The results of a short survey conducted in a few key departments that have or are planning to have in-house GE models, along with information collected through case study interviews, indicate that in other departments, model development from fundamentals was estimated to require between 2 and 4 FTEs and to take one to two years. In addition, external assistance from consultants is often required. If developed externally, the cost per model can range from $200,000 to $400,000 annually, depending upon the complexity. There are not many private firms capable of developing GE models or willing to develop or estimate policy options using GE models. It is a highly specialized field. Often the consulting groups hired are teams of academics from universities; this actually keeps the cost relatively low. Conducting a mini-research project with an academic is reported to cost between $10,000 and $25,000 for analysis of each policy issue, depending on the complexity of the question and whether the academic would need to revise a module of the GE model to answer the question. However, if contracted out externally, the expertise in modeling and analysis remains with the consultants; any further modifications would likely require hiring the consultants again; alternatively, a significant investment in time by ESPAD staff would be required to fully understand the changes made and their impact. Overall, the data collected on costs for modeling within government departments indicate that ESPAD costs for modeling and analysis are comparable, if not lower.
It was noted during case study interviews that obtaining resources for modeling is not just an issue of finding the financial resources to pay for the expertise. Finding the right expertise can also be a challenge. In government departments where economic modeling is meant to affect policy analysis and development, a rare combination of skills is required: the ability to build and run models, to interpret results and to communicate these results to policy makers effectively.
|Recommendation||Management Response||Planned Action||Lead||Target Date|
1. To enable ESPAD researchers to keep abreast of cutting-edge research, to maintain strong links with the external research community and to preserve the Department’s visible role as a leader in economic policy research, the Director of ESPAD should, within the financial limits of the division, ensure a minimum participation of ESPAD staff in relevant economic conferences and that information gained is disseminated to team members.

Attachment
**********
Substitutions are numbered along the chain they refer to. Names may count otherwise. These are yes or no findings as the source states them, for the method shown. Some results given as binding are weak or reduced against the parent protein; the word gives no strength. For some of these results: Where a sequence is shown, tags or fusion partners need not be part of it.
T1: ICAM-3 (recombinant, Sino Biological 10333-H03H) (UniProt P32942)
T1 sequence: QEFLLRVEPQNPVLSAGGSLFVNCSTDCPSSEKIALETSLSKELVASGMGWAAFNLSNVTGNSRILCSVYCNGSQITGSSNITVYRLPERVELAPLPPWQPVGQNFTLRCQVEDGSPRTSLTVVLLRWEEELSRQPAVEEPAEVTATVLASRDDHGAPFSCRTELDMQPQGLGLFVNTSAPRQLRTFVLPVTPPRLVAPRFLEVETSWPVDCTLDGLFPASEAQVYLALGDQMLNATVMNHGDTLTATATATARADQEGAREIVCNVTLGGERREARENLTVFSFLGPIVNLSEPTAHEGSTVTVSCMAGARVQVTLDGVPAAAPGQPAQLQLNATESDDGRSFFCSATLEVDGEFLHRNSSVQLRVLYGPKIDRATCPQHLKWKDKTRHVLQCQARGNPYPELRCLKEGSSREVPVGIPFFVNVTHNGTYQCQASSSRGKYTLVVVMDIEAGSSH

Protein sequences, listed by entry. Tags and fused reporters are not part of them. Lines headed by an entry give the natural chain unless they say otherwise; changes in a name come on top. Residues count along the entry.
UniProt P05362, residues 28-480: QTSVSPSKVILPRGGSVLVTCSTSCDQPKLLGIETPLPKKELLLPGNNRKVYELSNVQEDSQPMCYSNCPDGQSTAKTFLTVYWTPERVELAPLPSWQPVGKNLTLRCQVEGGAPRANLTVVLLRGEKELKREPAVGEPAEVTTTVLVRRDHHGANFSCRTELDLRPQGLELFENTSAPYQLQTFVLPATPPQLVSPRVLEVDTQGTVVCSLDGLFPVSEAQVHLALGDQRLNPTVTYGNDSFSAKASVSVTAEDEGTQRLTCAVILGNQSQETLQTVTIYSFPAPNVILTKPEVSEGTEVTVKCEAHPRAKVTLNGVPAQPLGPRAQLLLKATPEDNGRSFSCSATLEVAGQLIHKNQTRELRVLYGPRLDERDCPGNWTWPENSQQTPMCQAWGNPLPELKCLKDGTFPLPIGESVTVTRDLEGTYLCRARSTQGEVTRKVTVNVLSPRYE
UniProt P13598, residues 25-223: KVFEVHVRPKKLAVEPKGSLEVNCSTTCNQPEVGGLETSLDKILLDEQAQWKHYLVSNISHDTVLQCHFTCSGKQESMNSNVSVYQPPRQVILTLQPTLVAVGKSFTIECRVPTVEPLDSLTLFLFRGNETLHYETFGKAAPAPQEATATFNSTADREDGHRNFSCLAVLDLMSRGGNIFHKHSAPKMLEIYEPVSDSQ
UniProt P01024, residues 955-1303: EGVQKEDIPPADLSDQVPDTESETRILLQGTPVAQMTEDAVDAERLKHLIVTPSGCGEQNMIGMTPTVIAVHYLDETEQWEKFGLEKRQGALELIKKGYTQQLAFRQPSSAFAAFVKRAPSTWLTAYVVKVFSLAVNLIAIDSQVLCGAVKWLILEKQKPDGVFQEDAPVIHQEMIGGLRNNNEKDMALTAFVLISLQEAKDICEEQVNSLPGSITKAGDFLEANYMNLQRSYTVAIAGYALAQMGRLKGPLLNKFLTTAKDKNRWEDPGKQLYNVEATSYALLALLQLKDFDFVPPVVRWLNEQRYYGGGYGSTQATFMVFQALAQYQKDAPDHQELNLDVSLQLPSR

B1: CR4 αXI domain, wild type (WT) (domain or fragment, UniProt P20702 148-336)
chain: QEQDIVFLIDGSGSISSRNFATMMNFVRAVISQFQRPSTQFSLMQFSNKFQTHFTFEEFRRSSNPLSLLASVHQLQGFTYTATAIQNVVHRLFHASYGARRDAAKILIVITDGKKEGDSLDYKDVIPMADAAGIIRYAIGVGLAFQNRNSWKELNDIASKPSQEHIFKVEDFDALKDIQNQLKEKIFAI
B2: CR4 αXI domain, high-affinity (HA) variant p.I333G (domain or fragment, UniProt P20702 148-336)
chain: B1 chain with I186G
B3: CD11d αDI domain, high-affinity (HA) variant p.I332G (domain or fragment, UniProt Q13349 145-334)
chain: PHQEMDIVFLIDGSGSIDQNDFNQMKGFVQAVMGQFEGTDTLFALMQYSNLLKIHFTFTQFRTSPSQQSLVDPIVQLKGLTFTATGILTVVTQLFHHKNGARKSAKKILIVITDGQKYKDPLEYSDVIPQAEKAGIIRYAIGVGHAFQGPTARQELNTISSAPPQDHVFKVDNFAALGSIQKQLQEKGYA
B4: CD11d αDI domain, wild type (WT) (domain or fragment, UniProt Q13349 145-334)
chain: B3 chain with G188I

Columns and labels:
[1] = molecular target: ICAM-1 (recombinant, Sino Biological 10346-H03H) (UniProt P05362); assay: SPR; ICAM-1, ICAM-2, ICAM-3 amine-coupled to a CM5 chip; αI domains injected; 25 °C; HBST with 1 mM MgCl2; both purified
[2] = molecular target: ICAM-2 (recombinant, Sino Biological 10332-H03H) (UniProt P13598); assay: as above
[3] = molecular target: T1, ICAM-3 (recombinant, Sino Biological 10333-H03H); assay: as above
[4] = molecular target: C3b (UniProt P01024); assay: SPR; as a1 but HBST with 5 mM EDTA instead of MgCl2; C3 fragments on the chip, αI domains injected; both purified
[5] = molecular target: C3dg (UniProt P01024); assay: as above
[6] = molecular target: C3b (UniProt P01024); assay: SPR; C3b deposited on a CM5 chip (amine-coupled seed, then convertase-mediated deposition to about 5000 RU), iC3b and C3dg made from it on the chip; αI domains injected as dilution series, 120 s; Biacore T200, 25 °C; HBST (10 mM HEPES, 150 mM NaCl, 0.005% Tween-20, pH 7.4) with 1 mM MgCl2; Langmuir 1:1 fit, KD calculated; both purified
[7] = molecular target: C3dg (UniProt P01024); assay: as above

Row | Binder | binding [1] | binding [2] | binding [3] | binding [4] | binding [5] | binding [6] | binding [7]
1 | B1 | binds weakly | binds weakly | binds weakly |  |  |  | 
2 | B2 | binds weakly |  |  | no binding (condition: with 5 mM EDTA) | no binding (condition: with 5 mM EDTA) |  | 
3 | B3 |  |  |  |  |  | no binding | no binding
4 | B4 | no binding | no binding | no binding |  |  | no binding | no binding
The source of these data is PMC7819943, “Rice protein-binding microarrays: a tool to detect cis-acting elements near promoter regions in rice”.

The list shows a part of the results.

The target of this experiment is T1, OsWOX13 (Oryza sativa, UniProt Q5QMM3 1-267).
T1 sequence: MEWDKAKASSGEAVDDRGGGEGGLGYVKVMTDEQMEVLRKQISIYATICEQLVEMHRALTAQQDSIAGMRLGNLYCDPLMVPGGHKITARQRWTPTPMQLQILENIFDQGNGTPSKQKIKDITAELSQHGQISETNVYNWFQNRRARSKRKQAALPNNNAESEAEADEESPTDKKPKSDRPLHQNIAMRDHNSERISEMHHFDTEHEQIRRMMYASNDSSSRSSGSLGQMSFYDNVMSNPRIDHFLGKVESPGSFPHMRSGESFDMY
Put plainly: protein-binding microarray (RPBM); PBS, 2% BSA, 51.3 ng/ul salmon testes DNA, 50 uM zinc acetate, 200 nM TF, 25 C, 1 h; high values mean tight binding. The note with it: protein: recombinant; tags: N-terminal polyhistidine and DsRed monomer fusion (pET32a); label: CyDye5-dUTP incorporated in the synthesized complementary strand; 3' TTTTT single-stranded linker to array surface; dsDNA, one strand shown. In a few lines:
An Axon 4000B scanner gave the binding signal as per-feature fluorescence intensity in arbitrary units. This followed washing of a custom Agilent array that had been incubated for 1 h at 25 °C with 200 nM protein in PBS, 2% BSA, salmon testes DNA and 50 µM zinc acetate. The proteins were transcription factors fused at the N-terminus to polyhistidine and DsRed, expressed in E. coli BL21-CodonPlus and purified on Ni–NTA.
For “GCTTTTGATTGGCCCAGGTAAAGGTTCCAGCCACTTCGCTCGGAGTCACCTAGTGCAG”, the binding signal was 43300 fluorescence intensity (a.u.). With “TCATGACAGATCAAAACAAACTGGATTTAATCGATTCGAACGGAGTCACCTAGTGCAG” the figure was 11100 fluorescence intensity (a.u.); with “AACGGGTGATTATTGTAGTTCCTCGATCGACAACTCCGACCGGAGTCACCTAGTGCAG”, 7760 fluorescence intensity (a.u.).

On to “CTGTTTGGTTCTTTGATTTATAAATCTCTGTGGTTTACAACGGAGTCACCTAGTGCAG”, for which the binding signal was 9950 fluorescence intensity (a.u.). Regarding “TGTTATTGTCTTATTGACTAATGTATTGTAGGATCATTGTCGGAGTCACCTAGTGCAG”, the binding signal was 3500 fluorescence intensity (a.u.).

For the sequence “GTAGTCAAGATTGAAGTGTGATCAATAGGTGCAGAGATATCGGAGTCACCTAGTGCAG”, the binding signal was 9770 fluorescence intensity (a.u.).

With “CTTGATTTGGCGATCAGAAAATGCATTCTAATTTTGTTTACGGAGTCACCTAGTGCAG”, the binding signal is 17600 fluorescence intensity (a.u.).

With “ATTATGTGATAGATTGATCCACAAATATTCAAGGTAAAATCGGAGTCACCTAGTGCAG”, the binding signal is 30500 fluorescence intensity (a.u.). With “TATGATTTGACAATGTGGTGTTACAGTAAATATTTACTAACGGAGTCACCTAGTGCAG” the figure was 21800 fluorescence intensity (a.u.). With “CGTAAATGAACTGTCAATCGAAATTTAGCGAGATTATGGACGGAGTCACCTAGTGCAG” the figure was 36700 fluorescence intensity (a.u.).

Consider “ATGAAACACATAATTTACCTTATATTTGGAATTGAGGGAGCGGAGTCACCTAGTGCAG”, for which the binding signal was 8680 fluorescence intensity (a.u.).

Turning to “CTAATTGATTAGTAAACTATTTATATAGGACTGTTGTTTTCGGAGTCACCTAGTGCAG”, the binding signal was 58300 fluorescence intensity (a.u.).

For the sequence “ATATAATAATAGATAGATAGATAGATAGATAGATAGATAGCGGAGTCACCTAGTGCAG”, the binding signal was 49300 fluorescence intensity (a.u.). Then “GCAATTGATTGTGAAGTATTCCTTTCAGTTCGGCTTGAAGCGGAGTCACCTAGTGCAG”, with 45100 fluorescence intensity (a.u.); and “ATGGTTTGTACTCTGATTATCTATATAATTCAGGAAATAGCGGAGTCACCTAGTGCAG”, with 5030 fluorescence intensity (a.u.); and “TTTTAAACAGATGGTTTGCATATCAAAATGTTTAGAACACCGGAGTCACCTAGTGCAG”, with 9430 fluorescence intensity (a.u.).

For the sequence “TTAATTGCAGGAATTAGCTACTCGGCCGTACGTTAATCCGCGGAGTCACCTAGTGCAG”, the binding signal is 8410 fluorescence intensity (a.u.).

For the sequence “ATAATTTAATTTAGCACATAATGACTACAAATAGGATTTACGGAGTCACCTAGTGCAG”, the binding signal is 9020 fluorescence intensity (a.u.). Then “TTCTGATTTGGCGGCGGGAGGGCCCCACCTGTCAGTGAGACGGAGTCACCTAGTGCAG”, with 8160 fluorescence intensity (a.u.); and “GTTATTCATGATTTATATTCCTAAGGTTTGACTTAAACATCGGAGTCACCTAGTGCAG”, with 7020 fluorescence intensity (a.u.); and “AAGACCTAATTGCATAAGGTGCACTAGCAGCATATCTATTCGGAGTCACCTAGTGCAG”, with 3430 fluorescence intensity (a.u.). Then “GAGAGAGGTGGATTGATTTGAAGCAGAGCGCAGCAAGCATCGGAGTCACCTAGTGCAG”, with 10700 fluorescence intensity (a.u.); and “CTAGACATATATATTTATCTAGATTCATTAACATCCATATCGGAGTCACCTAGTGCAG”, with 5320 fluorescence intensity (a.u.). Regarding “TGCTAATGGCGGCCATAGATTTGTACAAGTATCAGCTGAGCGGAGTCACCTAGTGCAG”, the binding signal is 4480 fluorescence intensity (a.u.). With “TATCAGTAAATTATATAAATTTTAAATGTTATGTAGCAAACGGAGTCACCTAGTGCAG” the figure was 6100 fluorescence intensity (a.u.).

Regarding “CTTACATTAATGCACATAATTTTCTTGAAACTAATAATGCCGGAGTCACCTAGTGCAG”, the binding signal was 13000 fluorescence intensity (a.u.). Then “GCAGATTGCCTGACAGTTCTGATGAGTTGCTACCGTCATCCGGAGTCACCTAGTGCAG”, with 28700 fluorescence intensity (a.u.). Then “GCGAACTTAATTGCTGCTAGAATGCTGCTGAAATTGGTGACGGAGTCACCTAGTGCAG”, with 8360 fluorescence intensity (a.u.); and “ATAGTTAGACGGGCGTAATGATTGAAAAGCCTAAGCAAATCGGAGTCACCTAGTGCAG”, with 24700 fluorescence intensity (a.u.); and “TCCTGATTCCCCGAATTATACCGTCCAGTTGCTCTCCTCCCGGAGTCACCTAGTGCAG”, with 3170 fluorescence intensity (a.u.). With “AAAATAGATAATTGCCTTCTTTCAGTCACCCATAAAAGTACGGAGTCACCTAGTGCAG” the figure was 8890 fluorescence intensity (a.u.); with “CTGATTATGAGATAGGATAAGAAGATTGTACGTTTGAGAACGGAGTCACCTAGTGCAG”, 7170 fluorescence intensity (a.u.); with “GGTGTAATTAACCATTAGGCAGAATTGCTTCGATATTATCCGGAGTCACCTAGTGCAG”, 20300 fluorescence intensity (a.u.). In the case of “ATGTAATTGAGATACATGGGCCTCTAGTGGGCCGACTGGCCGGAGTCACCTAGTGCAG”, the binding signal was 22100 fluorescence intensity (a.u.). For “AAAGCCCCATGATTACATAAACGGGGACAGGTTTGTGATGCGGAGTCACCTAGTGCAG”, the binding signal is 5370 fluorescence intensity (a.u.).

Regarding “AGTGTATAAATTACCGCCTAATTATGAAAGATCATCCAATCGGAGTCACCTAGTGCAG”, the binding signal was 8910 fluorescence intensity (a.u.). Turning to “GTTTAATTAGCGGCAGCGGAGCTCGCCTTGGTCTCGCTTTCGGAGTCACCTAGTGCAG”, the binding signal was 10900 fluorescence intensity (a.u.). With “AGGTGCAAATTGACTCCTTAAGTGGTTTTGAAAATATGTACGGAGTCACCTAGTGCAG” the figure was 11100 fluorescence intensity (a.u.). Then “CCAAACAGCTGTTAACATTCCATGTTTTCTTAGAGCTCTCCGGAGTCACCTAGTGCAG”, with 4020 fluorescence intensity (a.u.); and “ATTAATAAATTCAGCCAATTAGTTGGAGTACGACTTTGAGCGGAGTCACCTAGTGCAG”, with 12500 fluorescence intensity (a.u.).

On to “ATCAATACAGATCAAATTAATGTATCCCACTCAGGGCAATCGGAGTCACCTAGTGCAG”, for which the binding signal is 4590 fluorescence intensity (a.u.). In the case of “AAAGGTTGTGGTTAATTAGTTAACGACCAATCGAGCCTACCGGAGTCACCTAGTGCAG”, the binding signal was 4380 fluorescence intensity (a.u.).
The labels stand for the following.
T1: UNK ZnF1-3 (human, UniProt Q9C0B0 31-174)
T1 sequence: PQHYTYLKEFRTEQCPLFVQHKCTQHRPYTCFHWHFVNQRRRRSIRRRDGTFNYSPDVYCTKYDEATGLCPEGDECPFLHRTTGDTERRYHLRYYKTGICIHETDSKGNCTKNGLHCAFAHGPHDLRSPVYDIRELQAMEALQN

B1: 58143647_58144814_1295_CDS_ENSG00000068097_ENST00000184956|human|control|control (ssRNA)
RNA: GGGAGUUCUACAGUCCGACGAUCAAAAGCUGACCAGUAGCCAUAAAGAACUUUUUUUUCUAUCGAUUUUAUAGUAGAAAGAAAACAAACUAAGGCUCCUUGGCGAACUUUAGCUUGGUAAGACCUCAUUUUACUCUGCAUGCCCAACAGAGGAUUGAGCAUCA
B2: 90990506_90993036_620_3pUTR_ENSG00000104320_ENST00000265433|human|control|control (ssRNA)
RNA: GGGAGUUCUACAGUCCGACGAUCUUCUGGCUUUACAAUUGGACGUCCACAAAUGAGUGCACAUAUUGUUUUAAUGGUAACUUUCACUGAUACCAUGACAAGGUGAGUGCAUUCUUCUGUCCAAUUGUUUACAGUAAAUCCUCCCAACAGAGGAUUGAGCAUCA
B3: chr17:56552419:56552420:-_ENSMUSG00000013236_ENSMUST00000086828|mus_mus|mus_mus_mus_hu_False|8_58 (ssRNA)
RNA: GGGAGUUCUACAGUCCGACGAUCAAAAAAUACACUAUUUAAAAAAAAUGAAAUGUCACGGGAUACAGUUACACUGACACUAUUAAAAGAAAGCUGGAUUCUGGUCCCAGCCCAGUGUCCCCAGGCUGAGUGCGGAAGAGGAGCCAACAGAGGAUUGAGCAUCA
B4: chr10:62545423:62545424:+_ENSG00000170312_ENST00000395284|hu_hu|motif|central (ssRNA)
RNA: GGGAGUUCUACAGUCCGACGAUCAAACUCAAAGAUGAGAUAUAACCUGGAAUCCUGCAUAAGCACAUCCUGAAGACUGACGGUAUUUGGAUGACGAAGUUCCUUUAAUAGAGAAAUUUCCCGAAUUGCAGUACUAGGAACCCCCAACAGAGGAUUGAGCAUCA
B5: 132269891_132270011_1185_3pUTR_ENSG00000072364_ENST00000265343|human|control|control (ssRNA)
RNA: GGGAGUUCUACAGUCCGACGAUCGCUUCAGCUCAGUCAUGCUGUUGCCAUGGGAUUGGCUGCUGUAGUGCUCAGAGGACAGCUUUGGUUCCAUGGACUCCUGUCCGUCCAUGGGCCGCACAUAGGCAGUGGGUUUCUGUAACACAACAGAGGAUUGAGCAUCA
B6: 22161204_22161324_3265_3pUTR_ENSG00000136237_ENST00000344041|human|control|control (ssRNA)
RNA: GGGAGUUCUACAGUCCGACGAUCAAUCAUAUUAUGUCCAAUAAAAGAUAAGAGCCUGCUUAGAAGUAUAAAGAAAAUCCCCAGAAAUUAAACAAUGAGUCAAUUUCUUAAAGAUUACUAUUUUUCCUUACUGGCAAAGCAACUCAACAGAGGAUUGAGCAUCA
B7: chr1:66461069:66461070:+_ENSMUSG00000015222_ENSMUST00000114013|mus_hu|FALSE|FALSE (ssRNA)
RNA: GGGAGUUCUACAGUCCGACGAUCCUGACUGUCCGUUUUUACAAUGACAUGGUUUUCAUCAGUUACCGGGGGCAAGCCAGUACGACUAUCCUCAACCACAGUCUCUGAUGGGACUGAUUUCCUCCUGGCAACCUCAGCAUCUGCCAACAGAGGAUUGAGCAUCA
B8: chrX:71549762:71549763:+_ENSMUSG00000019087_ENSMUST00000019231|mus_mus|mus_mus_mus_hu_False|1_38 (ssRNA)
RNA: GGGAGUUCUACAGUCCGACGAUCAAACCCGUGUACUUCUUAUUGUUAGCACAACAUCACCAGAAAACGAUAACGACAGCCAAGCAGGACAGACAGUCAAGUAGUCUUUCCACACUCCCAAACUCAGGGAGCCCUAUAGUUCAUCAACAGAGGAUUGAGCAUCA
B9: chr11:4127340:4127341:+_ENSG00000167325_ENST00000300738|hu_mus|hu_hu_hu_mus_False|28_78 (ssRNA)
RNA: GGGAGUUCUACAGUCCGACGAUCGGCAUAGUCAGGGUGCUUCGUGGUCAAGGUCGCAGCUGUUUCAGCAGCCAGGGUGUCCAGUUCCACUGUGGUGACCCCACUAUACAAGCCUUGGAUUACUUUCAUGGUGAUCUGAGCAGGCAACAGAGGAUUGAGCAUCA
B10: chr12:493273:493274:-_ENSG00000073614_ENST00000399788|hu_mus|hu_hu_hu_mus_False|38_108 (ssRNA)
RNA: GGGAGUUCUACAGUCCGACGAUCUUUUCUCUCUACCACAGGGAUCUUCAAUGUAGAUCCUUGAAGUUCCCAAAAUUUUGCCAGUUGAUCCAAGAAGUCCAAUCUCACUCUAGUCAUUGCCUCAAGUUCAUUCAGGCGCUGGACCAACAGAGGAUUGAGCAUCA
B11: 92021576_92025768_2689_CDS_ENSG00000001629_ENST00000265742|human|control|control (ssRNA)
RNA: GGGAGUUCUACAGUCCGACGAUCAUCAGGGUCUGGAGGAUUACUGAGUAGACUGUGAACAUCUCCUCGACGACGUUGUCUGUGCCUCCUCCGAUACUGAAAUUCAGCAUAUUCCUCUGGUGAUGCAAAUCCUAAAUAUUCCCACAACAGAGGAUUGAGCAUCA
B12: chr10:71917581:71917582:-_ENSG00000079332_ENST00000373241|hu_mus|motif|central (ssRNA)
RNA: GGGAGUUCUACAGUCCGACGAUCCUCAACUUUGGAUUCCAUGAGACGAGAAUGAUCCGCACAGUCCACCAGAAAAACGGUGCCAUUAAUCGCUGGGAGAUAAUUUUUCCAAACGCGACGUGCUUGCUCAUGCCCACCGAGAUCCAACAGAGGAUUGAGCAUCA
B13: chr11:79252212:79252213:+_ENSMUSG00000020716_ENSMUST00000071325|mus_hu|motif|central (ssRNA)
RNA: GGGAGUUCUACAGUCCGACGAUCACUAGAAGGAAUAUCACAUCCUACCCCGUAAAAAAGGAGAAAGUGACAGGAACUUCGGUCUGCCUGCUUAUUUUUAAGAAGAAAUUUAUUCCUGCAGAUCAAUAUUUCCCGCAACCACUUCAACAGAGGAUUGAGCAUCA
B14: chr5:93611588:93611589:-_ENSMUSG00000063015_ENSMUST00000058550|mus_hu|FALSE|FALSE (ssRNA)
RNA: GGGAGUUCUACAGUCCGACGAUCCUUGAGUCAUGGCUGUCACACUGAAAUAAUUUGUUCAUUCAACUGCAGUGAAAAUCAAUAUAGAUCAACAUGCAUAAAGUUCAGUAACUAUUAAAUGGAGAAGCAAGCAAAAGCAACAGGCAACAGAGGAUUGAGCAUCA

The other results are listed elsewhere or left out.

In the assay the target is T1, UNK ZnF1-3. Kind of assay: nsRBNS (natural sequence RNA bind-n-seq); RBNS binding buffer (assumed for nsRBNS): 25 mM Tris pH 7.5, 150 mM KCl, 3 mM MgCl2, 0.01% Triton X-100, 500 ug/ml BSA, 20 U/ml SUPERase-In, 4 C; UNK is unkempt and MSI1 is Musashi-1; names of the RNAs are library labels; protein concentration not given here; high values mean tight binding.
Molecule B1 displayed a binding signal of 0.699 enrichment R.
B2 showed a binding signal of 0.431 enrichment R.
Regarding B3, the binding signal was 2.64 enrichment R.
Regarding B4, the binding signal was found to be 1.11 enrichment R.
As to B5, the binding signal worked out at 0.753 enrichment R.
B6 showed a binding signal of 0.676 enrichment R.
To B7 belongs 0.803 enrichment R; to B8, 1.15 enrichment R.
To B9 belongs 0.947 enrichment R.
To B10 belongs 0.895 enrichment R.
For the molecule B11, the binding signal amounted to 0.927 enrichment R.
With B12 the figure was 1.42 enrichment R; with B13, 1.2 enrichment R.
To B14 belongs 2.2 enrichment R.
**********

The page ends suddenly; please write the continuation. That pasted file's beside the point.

Management agrees with this recommendation.
Management will allocate about one third of ESPAD’s budget for goods and services for conference attendance, including conference fees and travel and accommodation costs (approximately $15,000 based on 2010–11 resource levels).
This will have to be dealt in accordance with the restrictions on travel and hospitality cap set up by the Department.
The Director of ESPAD will be responsible for the coordination and the planning of conference attendance.
Fiscal year 2012–13
2. A review of ESPAD’s mandate and mission statement should be conducted by the Director of ESPAD to ensure it is aligned with its current work activities and the departmental mandate. ESPAD management should clearly communicate this mandate to all employees, including potential and new employees, to promote realistic work expectations.
Management agrees with this recommendation.
In consultation with senior management, management will review and clarify ESPAD’s mandate. ESPAD staff will also be consulted.
This mandate will be communicated to all employees and posted on our website.
In consultation with senior management, the Director of ESPAD will update and clarify the mandate and objectives of the division.
3a) To increase the relevance of ESPAD’s research, the Director of ESPAD should put in place a systematic process for annual sharing and input from senior management across the Department into ESPAD’s annual research work plan.
Management agrees with this recommendation.
ESPAD’s annual research work plan will be circulated across the Department, and feedback will be sought.
Senior management of the Branch will circulate the work plan.
3b) To increase the relevance of ESPAD’s research, the Director of ESPAD should put in place a systematic process for communication of research plans with other government organizations to facilitate more effective horizontal collaboration.
Management agrees with this recommendation.
ESPAD’s annual work plan will be shared with other research groups. The high sensitivity of some projects might limit the amount of information provided to other departments or government agencies.
The Director of ESPAD will circulate the work plan after consultation with senior management.
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Canada. Clerk of the Privy Council. Eighteenth Annual Report to the Prime Minister on the Public Service of Canada. Ottawa, 2011.
Canada. Department of Finance. Advantage Canada. Ottawa, 2006.
Canada. Department of Finance. 2011-2012 Report on Plans and Priorities.Ottawa, 2011.
Canada. Department of Finance. Human Resources Strategic Outlook 2011–12: Considerations for Managers during the 2011–12 Integrated Business Planning Process. Ottawa, 2010.